This also brings up an interesting point, which is that modernist architecture is itself now a historic, dated concept. The flat roofs and the big cantilevers and all that—that's seventy years old. So in fact, perhaps it's all historicism of one sort or another.
EPZ: We're living in a time in which the underlying urbanistic principles are so neglected that that's what we must stress. But as a designer I feel very strongly that the style is also important. It doesn't really matter which style it is (although I have my own preferences for styles that are vernacular to a place), as long as there's a harmony and continuity of style.
In our time, establishing identity is a real challenge because there are so many places and so many people. If you allow a pluralism of styles—if you say "A lot of styles can go here, or any style"—you lose the opportunity to establish identity.
Once a consistent style has been established so that a place feels like it has a coherent identity, would ecclecticism within that be okay?
EPZ: Yes. You can make a specific contrast to the prevailing style for specific reasons: a special public building, for instance.
What kind of implications for community life do you think the current craze for ordering everything from groceries to furniture over the Internet will have?
JS: If you believe like we do that society evolves as a function of casual encounters in the street—people actually seeing each other and bumping into each other—then it's a scary prospect. However, if you read contemporary philosophers like Paul Nesbit or Alvin Toffler, they talk about a concept called "high-tech, high-touch"—that the more disassociated we are from each other in our work and in our means of communication, the more we seek out an environment that fosters physical interactions.
EPZ: I think the implications we look forward to are the fact that a sense of community and a sense of place are becoming more important. People can make choices about where they work and how they live more than ever before. Maybe centers like Kinkos—where you can buy paper or use a certain kind of machine or communications device that you don't have at home—could become a new focus for community-making: a combination of workplace and community.
Throughout his campaign, Al Gore has emphasized his committment to fight sprawl. How well do you think the proposals he's outlined mesh with your own?
JS: From our perspective, Gore, Christine Todd Whitman of New Jersey, and the Sierra Club are all halfway there. They're all focusing on preserving land. We're certainly all for open-space preservation, but that argument never wins for more than a political generation. They might stop growth temporarily and then someone else gets elected and it starts again in the worst possible form. The quality of community life isn't going to improve unless new communities that are built have centers and edges and offer the ability to enjoy life as a pedestrian. We're not saying "stop growth" -- we're saying "shape growth in a beneficial form."
Do you have any sense of what the election of George W. Bush in 2000 might mean in terms of addressing sprawl?
JS: We heard a rumor last week that Bush's advisors are investigating Andres's political affiliation. Which makes us wonder if there's some potential contact and education that might go on. A superficial reading of our principles sometimes gives people the idea that we're anti-business. We find that very surprising, given our client base and the money we've made for them. We actually see the TND [Traditional Neighborhood Developments] as the salvation of the American homebuilding industry. Imagine the power of this message: it's not growth vs. no-growth; it's good growth vs. bad growth. The message we're trying to put out there—listen up George W.!— is that we can end the sprawl mess and build all the new homes we want.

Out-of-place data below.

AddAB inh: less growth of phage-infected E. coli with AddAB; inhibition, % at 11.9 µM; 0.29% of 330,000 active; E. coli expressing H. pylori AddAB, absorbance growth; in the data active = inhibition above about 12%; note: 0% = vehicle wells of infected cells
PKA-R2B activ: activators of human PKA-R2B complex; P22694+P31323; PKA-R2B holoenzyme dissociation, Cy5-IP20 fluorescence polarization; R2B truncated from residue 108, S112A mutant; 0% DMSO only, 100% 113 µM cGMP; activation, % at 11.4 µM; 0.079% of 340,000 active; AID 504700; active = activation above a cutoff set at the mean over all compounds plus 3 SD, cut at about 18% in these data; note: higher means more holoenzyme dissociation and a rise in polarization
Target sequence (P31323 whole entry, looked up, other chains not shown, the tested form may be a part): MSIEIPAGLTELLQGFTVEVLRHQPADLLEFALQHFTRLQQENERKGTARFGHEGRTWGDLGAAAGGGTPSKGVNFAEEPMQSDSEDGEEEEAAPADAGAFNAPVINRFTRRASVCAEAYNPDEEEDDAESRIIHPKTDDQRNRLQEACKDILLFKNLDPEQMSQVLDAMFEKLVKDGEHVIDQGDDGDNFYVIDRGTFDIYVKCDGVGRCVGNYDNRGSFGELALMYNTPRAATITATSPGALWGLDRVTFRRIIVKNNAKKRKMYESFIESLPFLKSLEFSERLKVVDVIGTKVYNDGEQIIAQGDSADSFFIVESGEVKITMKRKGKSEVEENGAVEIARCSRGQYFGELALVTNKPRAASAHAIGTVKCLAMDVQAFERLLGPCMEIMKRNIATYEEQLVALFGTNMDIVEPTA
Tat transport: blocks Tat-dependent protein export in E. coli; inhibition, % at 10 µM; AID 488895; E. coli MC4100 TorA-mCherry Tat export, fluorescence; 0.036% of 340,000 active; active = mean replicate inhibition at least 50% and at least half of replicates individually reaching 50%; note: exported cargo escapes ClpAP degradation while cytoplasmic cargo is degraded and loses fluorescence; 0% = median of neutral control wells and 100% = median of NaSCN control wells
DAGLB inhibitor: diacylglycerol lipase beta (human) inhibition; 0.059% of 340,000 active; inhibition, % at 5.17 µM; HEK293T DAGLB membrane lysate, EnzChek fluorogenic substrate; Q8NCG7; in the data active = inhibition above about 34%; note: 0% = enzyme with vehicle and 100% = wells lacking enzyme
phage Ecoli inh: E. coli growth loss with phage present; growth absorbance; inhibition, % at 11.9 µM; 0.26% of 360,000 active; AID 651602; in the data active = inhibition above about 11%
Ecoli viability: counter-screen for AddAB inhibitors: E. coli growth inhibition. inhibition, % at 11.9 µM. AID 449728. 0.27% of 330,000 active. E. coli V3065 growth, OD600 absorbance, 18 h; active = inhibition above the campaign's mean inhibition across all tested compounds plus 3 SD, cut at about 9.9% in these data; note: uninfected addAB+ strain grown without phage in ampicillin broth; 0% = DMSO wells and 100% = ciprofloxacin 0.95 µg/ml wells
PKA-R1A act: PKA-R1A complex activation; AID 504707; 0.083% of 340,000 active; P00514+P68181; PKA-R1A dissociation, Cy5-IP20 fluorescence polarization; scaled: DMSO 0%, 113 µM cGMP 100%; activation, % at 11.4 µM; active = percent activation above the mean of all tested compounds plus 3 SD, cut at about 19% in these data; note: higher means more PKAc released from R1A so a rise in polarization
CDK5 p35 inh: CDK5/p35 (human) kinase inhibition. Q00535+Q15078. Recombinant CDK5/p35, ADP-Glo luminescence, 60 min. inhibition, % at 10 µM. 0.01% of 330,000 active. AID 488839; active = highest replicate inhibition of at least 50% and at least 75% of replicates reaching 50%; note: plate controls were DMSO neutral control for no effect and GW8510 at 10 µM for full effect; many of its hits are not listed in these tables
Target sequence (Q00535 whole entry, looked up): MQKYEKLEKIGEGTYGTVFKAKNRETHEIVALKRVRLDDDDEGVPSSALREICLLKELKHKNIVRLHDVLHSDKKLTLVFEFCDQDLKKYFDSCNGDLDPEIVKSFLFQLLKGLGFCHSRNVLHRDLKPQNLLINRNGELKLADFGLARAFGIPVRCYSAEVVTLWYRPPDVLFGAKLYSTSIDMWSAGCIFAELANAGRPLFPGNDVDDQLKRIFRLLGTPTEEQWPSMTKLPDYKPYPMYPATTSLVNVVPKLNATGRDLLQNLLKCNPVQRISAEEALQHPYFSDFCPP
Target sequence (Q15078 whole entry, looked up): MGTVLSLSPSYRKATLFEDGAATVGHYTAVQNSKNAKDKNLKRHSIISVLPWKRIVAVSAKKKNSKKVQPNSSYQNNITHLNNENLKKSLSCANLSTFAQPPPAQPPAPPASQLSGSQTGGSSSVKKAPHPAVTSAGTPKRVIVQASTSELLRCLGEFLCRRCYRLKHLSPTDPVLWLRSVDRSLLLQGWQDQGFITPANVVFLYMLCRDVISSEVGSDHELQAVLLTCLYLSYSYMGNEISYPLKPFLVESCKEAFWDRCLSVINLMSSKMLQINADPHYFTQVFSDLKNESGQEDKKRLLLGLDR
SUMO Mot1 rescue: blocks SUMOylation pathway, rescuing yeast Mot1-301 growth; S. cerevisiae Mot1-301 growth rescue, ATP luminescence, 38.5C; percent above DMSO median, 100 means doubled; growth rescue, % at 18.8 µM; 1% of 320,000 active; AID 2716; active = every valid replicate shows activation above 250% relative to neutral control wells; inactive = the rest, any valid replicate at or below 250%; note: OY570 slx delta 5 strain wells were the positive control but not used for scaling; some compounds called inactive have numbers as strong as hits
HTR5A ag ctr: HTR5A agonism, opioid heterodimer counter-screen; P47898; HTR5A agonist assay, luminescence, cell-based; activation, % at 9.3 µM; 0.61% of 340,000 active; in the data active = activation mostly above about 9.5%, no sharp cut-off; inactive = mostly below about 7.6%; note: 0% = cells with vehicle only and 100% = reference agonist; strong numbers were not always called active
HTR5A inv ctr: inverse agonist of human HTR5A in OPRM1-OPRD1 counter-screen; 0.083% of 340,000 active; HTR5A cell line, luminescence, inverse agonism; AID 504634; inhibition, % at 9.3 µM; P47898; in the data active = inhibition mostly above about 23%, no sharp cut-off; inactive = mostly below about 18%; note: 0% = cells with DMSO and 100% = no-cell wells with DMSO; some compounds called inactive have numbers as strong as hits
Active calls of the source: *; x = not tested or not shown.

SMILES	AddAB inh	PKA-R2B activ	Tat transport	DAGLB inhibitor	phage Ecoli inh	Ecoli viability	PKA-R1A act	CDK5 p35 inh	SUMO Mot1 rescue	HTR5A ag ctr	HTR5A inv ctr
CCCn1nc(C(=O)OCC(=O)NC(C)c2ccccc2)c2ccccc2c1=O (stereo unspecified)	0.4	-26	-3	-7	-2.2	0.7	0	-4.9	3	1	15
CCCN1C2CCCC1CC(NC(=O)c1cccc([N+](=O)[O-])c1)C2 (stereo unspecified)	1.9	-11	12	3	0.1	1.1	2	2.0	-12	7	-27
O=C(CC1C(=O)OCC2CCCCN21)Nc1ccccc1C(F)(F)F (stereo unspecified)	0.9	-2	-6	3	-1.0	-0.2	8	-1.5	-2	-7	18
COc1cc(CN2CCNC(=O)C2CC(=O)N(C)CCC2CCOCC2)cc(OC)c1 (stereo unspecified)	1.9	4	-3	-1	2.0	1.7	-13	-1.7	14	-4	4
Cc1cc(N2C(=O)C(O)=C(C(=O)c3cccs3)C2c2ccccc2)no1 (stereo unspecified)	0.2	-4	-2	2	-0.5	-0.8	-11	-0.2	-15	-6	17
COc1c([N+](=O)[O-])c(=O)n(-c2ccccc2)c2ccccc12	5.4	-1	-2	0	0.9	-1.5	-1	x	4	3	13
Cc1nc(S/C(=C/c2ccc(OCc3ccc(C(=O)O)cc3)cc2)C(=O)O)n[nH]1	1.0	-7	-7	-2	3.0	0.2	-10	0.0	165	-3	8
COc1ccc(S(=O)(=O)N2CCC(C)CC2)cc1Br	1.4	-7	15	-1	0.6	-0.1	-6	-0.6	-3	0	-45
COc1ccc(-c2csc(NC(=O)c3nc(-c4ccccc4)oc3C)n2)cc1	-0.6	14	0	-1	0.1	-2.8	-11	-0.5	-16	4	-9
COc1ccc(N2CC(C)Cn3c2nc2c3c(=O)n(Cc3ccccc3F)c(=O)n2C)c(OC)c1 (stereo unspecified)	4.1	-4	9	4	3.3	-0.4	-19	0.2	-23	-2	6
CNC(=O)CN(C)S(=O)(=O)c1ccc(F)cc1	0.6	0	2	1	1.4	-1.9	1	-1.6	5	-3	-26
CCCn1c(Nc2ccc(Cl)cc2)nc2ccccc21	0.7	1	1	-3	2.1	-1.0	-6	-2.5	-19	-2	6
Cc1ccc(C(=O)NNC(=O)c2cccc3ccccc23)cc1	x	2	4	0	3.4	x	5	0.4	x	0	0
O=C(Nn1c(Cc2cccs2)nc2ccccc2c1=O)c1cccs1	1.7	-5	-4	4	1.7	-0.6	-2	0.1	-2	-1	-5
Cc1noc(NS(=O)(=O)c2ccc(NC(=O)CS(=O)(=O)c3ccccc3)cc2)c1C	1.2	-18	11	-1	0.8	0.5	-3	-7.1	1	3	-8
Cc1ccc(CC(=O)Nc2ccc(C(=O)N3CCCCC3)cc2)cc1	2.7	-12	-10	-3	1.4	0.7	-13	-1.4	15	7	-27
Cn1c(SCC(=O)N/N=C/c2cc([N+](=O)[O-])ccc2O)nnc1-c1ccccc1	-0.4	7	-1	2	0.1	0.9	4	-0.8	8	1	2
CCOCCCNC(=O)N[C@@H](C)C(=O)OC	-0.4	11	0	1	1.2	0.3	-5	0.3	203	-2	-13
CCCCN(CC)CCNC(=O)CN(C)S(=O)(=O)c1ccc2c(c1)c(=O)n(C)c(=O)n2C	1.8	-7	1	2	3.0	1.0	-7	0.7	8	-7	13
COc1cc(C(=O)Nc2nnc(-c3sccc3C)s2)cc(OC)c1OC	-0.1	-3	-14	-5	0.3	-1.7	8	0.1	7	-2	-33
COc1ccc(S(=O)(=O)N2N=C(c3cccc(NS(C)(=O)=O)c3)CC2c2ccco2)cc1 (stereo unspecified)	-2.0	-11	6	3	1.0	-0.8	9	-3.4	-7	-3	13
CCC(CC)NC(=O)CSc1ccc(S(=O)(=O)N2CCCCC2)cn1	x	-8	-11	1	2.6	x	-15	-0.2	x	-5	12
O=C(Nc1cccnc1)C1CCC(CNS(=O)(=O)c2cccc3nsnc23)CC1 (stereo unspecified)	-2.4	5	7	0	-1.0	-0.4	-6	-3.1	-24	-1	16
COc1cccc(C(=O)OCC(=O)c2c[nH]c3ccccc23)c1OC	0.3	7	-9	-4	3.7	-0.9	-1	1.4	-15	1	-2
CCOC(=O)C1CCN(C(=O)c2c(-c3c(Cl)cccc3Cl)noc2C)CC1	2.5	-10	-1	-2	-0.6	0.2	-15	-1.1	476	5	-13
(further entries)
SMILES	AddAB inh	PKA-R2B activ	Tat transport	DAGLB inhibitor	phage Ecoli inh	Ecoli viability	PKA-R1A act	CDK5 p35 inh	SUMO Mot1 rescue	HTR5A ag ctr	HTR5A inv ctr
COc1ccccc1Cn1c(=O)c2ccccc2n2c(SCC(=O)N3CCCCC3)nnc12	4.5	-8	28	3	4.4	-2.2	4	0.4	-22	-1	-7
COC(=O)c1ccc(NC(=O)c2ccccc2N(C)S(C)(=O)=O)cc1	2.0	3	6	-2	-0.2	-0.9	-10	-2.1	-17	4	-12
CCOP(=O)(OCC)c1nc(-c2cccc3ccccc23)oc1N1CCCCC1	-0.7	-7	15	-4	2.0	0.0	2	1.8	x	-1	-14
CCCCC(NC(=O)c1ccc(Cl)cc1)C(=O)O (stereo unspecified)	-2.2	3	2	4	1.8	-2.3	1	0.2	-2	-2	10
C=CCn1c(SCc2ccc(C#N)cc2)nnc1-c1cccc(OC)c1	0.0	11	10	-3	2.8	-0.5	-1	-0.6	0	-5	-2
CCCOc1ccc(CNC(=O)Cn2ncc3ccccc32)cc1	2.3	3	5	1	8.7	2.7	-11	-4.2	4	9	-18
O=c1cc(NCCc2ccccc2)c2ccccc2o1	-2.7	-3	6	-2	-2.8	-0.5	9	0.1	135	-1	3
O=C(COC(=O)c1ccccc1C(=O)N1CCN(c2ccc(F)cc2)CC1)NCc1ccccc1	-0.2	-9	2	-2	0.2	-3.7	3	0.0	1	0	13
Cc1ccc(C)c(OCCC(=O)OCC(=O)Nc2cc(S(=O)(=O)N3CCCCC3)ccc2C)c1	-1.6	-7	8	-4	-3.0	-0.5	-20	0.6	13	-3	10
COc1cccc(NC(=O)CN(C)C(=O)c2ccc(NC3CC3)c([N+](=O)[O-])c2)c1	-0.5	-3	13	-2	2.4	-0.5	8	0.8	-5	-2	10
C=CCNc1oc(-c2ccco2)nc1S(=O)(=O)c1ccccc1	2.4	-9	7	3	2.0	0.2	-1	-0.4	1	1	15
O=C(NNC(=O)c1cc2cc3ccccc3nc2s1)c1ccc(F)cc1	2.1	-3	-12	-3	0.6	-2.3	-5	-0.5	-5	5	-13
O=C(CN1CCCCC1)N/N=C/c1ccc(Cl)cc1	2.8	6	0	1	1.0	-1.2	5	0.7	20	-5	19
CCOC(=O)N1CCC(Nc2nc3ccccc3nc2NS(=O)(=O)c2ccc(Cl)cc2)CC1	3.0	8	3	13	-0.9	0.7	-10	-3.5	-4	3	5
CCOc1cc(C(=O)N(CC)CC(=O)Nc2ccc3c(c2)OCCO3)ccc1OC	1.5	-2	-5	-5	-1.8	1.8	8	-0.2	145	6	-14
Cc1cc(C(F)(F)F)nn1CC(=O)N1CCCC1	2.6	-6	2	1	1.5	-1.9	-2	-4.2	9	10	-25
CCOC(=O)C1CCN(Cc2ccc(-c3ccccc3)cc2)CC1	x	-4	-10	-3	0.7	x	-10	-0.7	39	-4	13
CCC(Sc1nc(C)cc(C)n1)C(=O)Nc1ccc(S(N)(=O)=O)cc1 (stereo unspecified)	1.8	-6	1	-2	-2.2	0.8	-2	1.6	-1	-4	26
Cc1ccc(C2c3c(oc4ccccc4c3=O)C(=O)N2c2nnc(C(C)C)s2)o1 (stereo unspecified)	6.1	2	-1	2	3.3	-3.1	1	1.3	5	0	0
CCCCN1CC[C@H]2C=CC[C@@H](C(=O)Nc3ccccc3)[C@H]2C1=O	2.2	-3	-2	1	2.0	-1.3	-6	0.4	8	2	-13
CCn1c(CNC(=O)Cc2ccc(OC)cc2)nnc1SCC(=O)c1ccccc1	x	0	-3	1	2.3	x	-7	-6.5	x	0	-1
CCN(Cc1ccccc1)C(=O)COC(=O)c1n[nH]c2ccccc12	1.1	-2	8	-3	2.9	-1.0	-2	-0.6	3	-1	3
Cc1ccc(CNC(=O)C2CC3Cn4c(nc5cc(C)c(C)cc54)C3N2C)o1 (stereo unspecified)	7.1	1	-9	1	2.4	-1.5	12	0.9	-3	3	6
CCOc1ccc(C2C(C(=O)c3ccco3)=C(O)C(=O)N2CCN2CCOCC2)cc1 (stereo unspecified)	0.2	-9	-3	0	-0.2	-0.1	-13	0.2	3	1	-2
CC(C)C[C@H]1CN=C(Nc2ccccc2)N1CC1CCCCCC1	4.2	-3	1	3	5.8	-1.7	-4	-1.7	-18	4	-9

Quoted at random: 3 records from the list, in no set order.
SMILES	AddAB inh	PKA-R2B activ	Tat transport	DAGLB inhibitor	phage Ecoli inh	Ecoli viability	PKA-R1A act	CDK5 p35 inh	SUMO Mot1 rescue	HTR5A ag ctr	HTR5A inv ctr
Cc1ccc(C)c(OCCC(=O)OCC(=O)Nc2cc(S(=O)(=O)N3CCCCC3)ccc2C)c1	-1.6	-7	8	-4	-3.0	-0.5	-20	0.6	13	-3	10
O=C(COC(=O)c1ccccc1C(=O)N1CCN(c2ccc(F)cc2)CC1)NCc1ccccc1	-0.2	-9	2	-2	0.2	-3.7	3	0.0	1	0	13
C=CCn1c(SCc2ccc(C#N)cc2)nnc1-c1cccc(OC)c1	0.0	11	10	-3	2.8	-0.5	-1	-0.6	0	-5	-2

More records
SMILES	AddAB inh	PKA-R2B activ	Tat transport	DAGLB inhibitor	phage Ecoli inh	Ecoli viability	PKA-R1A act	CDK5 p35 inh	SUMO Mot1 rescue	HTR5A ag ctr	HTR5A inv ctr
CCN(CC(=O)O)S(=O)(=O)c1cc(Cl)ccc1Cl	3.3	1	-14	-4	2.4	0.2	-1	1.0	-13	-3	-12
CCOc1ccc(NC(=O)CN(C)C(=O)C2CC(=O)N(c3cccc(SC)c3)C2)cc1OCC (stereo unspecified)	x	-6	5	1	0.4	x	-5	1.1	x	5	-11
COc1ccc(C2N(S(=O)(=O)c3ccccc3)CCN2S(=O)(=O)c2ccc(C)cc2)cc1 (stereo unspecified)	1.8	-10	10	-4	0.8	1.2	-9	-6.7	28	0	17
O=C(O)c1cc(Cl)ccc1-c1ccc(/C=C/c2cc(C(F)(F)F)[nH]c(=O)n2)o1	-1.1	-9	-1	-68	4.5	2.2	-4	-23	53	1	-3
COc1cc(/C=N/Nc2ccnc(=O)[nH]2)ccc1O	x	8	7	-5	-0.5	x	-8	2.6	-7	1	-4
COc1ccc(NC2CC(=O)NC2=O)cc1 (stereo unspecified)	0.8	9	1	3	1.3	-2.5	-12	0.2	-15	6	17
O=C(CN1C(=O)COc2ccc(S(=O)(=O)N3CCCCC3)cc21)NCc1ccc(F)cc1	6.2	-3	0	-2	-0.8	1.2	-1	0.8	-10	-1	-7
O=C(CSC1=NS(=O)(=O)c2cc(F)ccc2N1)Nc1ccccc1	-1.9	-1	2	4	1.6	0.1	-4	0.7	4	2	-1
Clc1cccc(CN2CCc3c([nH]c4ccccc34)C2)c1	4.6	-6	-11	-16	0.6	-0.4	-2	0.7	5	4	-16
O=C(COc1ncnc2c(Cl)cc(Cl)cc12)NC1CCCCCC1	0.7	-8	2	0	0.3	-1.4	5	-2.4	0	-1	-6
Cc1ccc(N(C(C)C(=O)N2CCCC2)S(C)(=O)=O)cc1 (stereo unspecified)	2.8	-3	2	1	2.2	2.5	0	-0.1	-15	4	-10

EPZ: As New Urbanists, we feel that this should be a nonpartisan issue because more-sustainable communities should be everybody's agenda. So whether it's Gore or Bush is not the issue as much as that it's being discussed as part of the electoral picture. Gore has taken the lead on this, but both parties will be laying claim to it because it's such an important issue for our time. I think it's becoming more and more everybody's issue.
In your guidelines for successful city development, you write that "a proactive municipal government ... must determine the type, scale, and quality of new growth and then act as the lead booster for that growth." Are there any cities that you think are currently doing an especially successful job of developing in that way?
EPZ: There are a number of cities that have managed well for a long time. Charleston, South Carolina, is one of the models that we admire the most. Mayor Joseph Riley, who's been in office for about eighteen years, is one of the main reasons for it. There's a whole government that's behind the effort, but he's the leader. Riley was one of the founders of the National Endowment for the Arts Mayors' Institute, which sponsors workshops that help mayors around the country deal with design and development issues in their cities. The Institute is really one of the chief proponents in this country of the idea that the quality of a city's built environment affects its economic future.
We've been engaged with several different cities that have been making very focused efforts on their physical environments. Providence, Rhode Island, under the initiative of an elder-statesman architect named William Warner, took the highway off its river and has restored urban streets with granite bridges and balustrades.
West Palm Beach, under the leadership of Mayor Nancy Graham and now Mayor Joel Davies, is doing a major redevelopment effort. There are a lot of buildings there that are being restored and reused. And there's a lot of open land where buildings were taken down in the seventies, which is now being developed in accordance with the traditional urbanism that was originally planned for the city.